Which is why I took an SLR to DisneyWorld - I accompanied my daughters. I had lots of time when they rode, and I certainly didn’t ride.

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Jan 14, 2020 08:30:33   #
rdemarco52 Loc: Wantagh, NY
 
When I go to Disney I bring my point and shoot. It is difficult to manage alot of gear in the heat and crowds, and manage grandchildren. Easy and simple is best in that place.

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Jan 14, 2020 08:57:31   #
NikonRocks Loc: Sydney
 
Just recently I went to a new zoo in Sydney. Most photography was being done by folk with their cell phones. Why? Because it is easy. They just point and tap the glass screen and there appears on the screen a reasonably good exposed and focused shot of whatever they were pointing the phone at . The sophistication of the now de facto P&S camera now gives the average Joe the ability to capture the moment without having much to consider in setting up the device. Composition and subject are separate issues!

Now consider this. When was the last time you saw for example a wedding photographer using a cell phone to capture that special occasion he/she is being paid big bikkies to deliver? Or when did you see a press photographer using a cell phone to capture the fast paced action at a football game, basketball game or important personages etc? It's "horses for courses".

I venture to say that the photographic world has now polarized to the degree that the number of those who need and understand the nuances of their special dedicated DSLR/mirrorless tool to capture that special shot has reduced dramatically. The introduction of the "all in one" smart cell phone provides another means of entertaining the masses as they no longer need to buy a dedicated P&S device.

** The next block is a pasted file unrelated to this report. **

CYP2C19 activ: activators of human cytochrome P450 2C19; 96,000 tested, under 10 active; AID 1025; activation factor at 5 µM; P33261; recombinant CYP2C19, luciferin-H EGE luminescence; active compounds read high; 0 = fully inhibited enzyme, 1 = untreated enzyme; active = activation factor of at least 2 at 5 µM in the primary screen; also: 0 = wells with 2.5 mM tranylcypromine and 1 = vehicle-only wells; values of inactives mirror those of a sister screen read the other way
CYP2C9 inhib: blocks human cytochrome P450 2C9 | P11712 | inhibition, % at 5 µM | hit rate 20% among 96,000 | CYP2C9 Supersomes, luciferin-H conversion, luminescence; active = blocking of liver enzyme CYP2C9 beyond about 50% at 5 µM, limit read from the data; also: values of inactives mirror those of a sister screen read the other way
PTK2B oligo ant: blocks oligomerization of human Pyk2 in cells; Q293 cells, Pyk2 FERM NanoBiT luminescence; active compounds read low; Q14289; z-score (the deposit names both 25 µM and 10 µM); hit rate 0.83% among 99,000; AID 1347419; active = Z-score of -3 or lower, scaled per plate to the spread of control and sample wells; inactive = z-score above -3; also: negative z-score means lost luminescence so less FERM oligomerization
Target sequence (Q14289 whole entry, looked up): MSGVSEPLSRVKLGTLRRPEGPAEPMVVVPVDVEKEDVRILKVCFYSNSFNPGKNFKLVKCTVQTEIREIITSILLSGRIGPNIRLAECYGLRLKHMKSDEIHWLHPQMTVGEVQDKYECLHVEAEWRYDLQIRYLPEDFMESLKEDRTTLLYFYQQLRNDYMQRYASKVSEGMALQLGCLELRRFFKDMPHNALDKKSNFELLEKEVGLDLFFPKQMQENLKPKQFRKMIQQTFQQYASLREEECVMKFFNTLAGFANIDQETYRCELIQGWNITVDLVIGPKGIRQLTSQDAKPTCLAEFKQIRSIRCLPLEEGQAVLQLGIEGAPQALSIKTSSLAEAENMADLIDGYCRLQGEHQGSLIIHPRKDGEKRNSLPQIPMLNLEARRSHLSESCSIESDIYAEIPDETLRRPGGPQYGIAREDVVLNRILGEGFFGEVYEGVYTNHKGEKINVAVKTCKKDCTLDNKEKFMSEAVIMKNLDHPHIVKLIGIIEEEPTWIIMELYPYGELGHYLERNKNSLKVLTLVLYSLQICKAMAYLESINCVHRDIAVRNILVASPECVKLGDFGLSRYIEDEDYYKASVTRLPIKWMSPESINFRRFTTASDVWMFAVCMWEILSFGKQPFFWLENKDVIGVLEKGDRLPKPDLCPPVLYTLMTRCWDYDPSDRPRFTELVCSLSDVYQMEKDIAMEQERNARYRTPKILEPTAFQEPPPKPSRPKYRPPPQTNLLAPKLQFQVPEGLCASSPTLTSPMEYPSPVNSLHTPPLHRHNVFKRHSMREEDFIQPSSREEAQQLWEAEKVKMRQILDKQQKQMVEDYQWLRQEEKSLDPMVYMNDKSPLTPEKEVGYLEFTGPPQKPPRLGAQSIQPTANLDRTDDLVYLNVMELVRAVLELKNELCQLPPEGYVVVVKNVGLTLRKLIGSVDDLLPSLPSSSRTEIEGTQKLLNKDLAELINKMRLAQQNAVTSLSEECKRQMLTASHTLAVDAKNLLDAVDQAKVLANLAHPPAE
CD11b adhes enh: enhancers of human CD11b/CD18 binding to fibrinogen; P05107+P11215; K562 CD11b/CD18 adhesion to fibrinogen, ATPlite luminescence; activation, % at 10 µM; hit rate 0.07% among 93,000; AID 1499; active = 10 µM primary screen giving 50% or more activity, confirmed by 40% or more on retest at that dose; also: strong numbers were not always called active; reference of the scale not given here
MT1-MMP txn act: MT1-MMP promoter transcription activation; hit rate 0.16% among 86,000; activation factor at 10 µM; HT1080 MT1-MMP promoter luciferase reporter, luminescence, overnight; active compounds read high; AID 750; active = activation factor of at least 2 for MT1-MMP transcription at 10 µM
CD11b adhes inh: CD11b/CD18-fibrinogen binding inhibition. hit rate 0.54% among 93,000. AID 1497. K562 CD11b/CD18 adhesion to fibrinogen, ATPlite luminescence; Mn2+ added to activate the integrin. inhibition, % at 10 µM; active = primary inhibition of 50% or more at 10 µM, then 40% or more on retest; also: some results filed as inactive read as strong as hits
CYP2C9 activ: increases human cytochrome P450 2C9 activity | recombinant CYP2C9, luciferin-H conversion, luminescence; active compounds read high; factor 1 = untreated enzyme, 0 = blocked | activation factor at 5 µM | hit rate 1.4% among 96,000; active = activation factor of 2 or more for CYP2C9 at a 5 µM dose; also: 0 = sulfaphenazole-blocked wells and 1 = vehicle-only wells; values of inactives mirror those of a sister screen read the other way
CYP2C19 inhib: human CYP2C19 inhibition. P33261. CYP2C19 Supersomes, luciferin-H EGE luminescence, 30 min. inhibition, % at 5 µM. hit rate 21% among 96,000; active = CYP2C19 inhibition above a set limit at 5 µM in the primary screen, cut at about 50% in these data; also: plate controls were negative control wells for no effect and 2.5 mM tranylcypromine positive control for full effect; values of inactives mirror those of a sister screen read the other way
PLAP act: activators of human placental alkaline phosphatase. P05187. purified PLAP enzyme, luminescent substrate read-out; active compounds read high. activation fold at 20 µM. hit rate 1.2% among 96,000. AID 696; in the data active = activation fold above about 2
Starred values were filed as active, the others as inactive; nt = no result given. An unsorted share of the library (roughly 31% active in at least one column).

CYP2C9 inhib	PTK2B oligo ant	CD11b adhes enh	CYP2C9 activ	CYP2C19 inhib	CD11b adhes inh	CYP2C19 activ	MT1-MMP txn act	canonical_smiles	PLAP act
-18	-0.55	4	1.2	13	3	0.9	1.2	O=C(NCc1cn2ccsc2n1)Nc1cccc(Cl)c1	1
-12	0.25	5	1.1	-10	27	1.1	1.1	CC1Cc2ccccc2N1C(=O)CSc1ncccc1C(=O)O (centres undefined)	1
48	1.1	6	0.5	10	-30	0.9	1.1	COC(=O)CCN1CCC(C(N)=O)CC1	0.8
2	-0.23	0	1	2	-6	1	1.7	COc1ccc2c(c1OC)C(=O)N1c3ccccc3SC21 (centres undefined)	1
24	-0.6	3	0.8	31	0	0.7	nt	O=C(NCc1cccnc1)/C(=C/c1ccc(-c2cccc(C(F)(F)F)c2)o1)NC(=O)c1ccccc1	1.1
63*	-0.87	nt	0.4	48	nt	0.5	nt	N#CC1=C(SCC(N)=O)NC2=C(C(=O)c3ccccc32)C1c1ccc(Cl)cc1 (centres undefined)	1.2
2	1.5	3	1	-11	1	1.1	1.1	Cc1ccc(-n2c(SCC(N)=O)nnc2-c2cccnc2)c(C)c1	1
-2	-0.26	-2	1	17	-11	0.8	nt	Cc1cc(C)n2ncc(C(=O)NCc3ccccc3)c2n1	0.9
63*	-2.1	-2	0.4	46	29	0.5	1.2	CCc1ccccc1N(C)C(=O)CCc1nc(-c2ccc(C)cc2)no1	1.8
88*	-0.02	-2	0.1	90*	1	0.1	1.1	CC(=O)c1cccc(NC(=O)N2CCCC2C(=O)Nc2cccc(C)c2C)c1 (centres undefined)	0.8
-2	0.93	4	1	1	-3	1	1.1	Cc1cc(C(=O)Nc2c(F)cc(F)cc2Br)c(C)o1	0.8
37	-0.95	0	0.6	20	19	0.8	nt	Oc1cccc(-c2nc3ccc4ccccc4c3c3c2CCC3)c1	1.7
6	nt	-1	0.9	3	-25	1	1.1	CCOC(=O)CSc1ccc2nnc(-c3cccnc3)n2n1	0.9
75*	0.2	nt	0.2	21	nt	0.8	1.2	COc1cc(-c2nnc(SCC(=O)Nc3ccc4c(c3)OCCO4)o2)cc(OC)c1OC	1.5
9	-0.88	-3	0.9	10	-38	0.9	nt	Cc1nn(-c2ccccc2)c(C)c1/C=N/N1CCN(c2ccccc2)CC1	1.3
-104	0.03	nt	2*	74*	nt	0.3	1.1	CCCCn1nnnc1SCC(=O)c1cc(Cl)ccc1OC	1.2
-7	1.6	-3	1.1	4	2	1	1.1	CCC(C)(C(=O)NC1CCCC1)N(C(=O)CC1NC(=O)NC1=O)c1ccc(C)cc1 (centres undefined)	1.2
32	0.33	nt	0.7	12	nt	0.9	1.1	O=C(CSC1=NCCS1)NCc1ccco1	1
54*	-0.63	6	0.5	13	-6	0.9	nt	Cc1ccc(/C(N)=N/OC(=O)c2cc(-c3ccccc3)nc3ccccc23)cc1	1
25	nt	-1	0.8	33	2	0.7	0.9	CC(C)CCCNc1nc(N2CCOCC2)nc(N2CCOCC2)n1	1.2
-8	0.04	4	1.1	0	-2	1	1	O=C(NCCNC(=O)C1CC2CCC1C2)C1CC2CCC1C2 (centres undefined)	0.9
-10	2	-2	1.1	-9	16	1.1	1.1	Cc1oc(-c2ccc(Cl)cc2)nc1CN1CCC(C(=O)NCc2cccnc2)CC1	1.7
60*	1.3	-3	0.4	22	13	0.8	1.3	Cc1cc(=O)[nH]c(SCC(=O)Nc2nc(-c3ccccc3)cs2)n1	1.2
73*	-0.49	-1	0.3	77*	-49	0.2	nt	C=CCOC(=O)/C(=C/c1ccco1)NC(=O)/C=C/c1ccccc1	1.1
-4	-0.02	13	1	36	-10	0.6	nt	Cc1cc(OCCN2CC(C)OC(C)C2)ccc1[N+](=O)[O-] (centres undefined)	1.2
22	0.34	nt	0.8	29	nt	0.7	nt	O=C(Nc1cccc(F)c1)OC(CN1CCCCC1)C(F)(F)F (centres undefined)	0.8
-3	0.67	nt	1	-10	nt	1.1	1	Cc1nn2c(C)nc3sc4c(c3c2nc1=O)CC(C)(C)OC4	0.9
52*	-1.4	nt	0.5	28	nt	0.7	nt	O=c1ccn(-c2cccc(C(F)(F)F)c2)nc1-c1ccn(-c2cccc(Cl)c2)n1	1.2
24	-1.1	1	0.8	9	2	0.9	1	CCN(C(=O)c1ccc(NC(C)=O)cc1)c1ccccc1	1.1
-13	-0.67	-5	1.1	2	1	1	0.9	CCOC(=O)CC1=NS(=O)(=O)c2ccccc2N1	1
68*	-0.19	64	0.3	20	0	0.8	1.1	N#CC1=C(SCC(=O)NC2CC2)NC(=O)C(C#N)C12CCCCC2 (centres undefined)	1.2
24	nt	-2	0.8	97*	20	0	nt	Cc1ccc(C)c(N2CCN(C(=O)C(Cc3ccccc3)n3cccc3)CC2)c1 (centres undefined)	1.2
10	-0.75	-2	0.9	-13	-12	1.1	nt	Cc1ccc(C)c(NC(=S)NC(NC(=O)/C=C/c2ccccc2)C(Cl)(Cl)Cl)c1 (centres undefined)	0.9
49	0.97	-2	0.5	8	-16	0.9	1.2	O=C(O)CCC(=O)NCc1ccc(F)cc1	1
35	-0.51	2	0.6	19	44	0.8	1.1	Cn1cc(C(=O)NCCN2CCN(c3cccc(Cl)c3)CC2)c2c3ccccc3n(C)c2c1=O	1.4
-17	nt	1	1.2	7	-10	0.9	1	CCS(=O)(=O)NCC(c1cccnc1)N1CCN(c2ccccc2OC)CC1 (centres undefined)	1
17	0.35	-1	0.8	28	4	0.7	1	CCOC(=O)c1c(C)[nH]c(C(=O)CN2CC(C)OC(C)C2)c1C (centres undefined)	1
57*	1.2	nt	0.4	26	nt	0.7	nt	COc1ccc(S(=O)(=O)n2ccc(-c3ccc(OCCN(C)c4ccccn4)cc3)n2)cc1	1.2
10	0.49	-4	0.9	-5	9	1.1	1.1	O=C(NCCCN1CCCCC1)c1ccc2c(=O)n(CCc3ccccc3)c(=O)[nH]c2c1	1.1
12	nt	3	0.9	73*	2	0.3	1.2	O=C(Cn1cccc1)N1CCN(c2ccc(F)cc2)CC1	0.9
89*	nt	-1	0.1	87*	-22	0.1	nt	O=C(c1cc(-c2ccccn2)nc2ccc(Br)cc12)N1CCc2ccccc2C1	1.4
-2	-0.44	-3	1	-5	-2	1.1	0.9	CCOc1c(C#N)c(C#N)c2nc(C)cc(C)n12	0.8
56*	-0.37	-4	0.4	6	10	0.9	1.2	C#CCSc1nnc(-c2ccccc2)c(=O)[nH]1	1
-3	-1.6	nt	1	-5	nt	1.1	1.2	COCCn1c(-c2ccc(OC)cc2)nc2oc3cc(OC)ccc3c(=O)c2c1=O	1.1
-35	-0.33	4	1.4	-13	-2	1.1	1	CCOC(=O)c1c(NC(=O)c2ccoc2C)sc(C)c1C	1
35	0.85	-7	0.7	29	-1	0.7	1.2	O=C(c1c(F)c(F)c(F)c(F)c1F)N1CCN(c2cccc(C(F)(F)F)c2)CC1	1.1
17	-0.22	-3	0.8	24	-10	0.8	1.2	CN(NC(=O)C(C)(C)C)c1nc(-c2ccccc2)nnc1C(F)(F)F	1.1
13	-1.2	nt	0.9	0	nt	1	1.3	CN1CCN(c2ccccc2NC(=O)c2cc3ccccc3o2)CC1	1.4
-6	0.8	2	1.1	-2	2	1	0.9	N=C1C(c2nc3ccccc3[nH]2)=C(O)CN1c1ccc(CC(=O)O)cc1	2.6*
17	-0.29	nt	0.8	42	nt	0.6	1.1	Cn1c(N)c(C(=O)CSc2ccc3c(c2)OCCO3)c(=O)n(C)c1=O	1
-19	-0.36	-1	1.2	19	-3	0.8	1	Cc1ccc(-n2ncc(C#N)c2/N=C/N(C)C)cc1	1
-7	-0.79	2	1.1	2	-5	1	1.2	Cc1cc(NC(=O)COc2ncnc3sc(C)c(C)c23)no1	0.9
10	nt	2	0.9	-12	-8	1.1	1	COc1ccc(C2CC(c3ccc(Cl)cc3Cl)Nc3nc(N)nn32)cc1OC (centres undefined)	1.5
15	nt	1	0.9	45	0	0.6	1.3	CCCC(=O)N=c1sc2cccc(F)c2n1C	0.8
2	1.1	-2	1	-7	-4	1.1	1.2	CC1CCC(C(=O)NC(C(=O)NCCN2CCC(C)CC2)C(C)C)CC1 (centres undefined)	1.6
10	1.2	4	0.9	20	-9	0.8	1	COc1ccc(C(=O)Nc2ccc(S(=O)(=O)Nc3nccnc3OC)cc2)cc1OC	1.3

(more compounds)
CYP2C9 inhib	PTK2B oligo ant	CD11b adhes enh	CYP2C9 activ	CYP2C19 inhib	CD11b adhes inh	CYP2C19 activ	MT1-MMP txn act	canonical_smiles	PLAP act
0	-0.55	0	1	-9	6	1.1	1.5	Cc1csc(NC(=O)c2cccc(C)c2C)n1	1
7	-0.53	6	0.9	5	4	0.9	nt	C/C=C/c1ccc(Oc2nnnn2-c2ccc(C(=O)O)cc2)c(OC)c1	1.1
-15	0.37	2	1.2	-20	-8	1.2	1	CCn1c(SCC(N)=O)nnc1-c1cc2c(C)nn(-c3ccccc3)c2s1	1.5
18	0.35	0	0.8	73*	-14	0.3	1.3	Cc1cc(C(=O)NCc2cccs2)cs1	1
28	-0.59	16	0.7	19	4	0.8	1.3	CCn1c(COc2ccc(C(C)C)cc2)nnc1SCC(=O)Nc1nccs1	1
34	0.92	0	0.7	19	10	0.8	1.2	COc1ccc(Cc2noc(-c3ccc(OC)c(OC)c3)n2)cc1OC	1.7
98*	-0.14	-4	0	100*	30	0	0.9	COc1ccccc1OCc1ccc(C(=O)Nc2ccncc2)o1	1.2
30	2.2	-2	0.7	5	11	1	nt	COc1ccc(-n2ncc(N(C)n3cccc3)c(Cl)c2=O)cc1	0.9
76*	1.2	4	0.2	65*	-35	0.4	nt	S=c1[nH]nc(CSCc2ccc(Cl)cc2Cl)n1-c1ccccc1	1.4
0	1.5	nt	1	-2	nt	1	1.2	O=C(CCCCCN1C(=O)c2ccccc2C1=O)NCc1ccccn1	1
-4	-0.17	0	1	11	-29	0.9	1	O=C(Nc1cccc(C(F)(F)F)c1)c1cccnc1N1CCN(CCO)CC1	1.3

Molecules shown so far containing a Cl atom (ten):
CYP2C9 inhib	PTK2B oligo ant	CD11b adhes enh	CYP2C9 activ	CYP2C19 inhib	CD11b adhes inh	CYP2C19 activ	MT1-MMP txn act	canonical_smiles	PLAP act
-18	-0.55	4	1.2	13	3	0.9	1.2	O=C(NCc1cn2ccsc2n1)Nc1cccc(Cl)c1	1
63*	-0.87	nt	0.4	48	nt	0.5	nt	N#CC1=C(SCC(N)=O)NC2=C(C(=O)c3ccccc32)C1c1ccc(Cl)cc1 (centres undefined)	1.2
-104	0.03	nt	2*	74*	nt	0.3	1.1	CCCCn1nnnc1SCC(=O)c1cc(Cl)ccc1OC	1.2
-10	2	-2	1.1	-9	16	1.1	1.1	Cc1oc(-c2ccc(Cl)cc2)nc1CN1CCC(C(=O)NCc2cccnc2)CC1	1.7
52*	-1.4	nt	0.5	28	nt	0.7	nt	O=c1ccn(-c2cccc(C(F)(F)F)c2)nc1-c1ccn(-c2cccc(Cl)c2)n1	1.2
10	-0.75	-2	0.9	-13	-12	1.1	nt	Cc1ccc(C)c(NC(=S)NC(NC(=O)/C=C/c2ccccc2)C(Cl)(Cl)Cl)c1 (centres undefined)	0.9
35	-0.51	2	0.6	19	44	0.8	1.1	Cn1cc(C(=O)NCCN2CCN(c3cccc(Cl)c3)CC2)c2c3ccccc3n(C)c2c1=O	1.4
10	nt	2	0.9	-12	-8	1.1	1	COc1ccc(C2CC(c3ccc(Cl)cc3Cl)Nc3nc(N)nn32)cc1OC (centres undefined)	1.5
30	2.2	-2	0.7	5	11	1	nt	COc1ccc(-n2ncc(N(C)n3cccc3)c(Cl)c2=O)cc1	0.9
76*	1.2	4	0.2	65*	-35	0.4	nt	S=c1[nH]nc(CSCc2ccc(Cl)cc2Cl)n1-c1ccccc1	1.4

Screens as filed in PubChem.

However, that drop in users of serious DSLRs and quality mirrorless bodies will plateau. This is because it takes serious effort to master the facilities these tools now have built into them in order to handle just about any given assignment. So it is left to those amateur and professional photographers - the ones who have the desire and the motivation to do the hard yards. It is they who will spend serious dollars in achieving their desired goals. Of the whole population interested in taking photos of any description, percentage-wise this is a very much smaller group and it will probably remain that way.

As I see it, the way forward for the big camera manufactures to survive is to innovate and put more smarts behind their quality glass. They need to open up new methods of easily capturing and presenting, in jaw-dropping detail, other vistas of this amazing world around us that are seldom seen.

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Jan 14, 2020 08:59:56   #
ltj123 Loc: NW Wisconsin
 
Cell phone probably best there if you're doing the rides. I found bIt hard to hang onto big camera. But did get great shots of fireworks with DSLR.